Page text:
11. GraphicsMagick (fork of ImageMagick). The fork survives as an independent project but I would say it fails to achieve its purpose: it doesn't have much impact - most people only knows about ImageMagick and prefers to use it instead.

I think that's enough examples to illustrate that in most cases, your fork will only **probably** survive if you have the numbers. If you don't, then the fork will either die off, or will have no practical impact as people continue to use the original project.

In conclusion: The mantra of "just.fork.it" is not as potent as you thought it would be.

As such, the direction of the a project is mostly set by committers. Different projects have different policies on how committers are chosen; but in many projects the committers are elected based on:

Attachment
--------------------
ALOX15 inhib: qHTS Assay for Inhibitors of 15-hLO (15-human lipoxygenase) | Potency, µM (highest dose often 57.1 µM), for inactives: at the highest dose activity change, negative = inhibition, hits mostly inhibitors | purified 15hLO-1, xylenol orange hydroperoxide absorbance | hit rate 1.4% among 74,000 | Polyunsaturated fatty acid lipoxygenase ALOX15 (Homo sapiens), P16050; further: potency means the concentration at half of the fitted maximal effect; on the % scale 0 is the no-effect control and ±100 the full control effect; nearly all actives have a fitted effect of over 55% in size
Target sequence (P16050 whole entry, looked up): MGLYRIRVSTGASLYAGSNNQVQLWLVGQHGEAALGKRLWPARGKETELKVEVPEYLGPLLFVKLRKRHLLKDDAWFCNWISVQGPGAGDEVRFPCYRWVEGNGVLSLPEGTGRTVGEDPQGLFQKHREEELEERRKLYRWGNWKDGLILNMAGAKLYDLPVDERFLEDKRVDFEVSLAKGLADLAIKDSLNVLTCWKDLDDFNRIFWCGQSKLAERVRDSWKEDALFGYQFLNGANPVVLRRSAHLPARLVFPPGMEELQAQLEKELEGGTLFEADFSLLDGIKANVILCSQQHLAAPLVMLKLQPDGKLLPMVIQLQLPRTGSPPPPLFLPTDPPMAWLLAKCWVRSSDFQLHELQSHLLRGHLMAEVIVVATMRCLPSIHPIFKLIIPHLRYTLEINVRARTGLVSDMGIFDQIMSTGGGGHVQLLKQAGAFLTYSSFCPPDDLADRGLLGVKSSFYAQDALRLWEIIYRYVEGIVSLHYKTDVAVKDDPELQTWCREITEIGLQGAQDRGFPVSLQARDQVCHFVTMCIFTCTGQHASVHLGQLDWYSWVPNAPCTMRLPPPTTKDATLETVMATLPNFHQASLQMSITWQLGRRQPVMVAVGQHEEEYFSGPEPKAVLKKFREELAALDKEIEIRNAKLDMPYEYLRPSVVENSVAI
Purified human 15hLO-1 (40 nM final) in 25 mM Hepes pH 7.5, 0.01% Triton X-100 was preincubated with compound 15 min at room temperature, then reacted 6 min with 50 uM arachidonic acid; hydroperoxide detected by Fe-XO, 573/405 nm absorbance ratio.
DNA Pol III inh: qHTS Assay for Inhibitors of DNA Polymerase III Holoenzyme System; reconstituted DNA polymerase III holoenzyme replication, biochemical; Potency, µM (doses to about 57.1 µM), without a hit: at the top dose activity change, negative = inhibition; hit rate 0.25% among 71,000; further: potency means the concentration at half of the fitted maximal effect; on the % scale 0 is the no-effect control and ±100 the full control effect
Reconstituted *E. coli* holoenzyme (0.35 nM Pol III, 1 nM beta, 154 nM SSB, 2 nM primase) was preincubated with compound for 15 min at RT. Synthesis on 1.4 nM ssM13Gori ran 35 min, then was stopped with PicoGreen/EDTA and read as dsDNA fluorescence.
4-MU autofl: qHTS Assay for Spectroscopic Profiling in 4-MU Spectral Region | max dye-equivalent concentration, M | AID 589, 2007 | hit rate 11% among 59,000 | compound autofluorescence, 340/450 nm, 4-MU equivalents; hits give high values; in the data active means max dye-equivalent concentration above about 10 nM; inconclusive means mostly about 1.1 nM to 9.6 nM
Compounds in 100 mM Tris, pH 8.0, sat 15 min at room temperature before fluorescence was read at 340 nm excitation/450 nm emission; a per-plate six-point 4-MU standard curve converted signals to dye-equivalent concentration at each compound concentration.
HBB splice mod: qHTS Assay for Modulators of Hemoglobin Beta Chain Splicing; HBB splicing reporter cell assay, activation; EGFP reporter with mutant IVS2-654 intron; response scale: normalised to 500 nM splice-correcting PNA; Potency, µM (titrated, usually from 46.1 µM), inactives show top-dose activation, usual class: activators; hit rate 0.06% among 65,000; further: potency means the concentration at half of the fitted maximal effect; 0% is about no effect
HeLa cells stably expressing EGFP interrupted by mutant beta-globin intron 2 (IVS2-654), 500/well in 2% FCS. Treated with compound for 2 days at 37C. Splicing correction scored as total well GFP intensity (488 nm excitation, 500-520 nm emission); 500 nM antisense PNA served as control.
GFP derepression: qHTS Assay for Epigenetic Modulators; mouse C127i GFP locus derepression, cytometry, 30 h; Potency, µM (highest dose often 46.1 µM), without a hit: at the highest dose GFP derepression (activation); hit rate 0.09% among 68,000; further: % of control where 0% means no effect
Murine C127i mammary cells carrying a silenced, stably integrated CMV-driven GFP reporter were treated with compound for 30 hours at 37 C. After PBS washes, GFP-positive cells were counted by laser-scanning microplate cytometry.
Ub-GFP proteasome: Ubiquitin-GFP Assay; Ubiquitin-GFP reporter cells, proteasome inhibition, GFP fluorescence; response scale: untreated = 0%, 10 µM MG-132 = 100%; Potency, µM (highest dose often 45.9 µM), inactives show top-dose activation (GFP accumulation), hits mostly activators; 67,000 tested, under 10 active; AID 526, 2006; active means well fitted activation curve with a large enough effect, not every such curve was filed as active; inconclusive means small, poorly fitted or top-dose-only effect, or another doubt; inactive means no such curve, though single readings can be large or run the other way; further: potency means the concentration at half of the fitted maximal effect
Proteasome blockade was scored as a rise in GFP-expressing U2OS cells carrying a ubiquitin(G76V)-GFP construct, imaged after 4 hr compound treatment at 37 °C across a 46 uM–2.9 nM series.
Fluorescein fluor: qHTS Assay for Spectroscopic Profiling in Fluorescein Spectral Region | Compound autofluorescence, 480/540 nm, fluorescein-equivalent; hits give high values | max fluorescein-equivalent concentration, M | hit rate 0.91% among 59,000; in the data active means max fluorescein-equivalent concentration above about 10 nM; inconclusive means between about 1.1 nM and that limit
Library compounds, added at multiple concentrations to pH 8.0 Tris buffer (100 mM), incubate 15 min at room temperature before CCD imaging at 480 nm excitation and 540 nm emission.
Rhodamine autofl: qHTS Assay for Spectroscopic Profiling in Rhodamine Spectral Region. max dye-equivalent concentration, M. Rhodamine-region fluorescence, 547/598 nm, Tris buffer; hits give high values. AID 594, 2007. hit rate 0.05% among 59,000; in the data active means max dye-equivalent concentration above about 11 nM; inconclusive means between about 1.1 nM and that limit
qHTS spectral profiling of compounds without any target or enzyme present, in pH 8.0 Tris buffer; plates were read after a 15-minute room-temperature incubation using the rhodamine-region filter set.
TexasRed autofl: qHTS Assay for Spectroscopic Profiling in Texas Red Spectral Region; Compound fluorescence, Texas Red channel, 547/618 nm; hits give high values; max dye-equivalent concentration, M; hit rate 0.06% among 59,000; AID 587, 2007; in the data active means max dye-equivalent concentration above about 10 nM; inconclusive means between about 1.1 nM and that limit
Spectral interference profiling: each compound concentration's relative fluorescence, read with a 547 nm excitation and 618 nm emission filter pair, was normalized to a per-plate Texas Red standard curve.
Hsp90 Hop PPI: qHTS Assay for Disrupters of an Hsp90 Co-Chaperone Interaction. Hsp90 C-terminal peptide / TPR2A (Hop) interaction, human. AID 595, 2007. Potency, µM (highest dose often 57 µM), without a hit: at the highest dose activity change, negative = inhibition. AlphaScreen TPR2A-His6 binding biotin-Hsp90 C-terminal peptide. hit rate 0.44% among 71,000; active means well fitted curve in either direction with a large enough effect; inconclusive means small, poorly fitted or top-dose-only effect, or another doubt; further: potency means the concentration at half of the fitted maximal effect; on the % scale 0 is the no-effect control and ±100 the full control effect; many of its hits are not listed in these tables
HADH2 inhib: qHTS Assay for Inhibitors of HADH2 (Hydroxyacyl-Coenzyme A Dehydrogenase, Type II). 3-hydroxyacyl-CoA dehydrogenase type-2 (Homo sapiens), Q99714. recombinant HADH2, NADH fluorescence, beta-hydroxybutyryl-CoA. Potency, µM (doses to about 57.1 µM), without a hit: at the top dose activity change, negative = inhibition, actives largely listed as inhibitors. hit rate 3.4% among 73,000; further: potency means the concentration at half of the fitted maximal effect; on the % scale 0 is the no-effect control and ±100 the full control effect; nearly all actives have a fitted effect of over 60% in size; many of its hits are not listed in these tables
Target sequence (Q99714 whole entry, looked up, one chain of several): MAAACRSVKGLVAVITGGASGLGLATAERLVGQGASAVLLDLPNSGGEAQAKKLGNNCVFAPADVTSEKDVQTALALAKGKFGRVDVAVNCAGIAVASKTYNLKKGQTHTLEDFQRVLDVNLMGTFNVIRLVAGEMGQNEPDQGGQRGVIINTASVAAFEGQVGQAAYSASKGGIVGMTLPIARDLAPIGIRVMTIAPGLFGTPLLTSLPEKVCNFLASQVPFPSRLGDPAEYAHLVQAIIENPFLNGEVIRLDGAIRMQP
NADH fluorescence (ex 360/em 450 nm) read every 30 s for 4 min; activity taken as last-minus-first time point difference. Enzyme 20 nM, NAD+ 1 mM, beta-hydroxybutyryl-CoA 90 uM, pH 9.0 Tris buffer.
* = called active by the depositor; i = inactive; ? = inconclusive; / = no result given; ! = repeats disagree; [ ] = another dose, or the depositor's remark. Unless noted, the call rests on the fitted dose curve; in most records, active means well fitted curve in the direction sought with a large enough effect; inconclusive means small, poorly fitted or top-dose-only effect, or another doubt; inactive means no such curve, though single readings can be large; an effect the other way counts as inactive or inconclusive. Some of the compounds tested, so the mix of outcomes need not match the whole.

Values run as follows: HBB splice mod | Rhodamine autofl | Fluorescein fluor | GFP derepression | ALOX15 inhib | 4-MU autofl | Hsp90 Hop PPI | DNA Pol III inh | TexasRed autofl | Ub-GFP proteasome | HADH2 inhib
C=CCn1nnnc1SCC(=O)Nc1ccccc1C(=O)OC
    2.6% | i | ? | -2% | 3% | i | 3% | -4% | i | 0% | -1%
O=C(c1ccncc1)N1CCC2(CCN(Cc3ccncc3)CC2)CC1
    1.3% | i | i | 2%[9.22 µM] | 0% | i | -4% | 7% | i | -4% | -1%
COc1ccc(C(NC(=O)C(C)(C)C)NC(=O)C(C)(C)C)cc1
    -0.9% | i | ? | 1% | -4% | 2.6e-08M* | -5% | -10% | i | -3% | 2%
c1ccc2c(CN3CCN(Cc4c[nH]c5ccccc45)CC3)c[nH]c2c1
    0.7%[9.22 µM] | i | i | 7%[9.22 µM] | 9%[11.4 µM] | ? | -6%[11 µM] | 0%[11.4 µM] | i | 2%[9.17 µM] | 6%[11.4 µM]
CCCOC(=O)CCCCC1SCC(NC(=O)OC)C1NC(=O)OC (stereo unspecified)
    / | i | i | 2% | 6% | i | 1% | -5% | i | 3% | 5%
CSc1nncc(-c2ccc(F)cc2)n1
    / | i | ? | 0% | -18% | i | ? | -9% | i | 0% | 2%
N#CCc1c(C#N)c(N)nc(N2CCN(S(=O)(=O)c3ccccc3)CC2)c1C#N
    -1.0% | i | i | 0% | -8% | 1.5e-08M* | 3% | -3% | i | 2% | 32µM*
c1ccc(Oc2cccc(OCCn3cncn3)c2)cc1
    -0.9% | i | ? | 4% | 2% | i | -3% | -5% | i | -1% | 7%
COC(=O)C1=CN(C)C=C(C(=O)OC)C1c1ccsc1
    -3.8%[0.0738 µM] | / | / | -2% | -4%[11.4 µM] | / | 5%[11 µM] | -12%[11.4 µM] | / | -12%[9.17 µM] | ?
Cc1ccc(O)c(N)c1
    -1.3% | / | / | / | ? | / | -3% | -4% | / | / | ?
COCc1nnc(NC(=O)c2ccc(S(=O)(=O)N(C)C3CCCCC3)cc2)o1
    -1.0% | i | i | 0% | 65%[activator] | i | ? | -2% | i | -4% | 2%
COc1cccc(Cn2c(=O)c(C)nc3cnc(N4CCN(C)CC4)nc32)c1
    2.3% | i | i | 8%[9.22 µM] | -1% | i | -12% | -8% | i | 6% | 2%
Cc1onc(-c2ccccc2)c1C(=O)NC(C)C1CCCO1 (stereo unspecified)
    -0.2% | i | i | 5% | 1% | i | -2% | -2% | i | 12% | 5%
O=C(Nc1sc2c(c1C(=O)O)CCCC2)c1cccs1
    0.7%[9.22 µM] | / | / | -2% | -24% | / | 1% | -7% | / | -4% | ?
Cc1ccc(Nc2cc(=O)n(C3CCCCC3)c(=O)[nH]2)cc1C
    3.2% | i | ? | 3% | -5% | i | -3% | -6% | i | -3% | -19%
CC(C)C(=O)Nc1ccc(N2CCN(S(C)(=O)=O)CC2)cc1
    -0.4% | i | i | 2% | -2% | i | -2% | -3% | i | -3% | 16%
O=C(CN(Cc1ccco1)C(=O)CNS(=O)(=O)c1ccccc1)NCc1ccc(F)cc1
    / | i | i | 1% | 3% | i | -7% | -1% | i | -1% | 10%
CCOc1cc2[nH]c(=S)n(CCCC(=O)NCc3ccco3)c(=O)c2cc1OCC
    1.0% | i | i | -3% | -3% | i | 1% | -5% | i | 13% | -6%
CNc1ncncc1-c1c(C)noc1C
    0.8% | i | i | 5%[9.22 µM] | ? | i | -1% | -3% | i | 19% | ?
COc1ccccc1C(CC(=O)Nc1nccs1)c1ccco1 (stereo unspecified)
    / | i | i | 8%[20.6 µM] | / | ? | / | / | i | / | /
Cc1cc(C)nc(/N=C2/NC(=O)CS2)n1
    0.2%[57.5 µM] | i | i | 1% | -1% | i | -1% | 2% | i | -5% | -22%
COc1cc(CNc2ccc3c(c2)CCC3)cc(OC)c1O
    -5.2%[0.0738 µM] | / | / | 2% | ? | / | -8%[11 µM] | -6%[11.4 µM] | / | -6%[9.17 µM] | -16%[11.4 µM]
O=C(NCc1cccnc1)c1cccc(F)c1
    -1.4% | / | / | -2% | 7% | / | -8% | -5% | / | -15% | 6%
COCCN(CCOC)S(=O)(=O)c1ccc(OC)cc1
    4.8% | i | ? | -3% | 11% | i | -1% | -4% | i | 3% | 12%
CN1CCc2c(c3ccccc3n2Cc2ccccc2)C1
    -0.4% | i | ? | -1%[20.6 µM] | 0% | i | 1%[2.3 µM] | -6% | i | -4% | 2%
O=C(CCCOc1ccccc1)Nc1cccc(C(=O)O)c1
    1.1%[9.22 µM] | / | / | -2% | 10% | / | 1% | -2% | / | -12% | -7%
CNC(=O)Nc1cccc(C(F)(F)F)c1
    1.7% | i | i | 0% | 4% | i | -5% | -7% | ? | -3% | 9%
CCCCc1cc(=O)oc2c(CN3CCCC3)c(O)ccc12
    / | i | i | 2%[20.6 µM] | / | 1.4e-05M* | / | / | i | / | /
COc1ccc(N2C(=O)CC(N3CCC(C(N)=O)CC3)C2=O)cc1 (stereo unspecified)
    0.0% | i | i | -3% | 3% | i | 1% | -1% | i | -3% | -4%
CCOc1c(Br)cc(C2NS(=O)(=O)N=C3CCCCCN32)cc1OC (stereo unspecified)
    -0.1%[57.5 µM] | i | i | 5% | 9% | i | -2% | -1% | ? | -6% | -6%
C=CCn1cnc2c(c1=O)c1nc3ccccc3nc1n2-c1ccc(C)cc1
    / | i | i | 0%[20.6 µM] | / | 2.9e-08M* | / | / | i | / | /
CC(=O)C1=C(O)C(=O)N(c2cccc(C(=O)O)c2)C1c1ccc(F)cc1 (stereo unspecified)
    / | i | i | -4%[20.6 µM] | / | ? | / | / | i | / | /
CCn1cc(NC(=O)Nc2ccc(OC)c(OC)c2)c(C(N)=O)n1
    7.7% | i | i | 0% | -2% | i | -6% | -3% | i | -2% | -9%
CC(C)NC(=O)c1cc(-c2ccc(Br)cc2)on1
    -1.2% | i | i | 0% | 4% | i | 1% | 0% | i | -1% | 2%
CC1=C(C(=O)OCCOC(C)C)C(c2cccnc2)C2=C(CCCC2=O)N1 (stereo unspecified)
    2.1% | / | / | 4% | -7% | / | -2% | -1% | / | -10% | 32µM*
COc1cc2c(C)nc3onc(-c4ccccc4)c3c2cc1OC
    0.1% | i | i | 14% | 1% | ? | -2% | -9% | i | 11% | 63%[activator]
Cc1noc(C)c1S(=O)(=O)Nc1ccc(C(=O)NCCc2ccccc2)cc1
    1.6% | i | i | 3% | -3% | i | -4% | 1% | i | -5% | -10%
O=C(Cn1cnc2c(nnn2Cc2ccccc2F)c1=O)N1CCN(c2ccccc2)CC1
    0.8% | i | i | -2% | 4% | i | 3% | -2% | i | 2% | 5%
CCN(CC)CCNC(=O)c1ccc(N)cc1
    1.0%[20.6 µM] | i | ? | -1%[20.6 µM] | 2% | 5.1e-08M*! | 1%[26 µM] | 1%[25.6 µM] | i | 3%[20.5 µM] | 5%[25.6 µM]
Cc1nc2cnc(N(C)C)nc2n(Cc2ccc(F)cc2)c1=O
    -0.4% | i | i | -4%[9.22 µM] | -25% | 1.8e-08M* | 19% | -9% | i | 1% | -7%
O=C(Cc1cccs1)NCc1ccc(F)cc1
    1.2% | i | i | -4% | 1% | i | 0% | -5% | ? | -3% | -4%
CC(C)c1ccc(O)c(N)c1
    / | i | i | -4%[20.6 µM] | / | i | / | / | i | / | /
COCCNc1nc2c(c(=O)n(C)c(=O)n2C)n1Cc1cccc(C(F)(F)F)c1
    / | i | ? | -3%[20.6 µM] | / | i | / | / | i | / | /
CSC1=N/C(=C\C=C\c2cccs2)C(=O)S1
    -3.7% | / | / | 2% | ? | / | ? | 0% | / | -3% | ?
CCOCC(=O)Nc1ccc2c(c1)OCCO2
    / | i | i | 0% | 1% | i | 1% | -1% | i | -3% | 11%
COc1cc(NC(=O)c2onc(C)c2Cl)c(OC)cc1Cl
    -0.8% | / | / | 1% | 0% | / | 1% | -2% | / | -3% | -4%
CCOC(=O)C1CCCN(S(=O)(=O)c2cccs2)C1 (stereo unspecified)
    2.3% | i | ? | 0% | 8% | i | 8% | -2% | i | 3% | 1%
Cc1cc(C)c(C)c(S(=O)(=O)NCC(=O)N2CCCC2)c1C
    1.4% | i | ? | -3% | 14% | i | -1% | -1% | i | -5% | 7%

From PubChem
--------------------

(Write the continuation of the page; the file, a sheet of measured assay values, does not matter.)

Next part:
a) request by the project (financial) sponsor, and/or
b) elected based on meritocracy (=read: do-ocracy) - how much contribution he/she has done before.

But remember what I said about do-ocracy?

Posted on 14 Nov 2017, 23:57 - Categories: Linux General
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How to destroy FOSS from within - Part 2

This is the second installment of the article. In case you missed it, part one is here.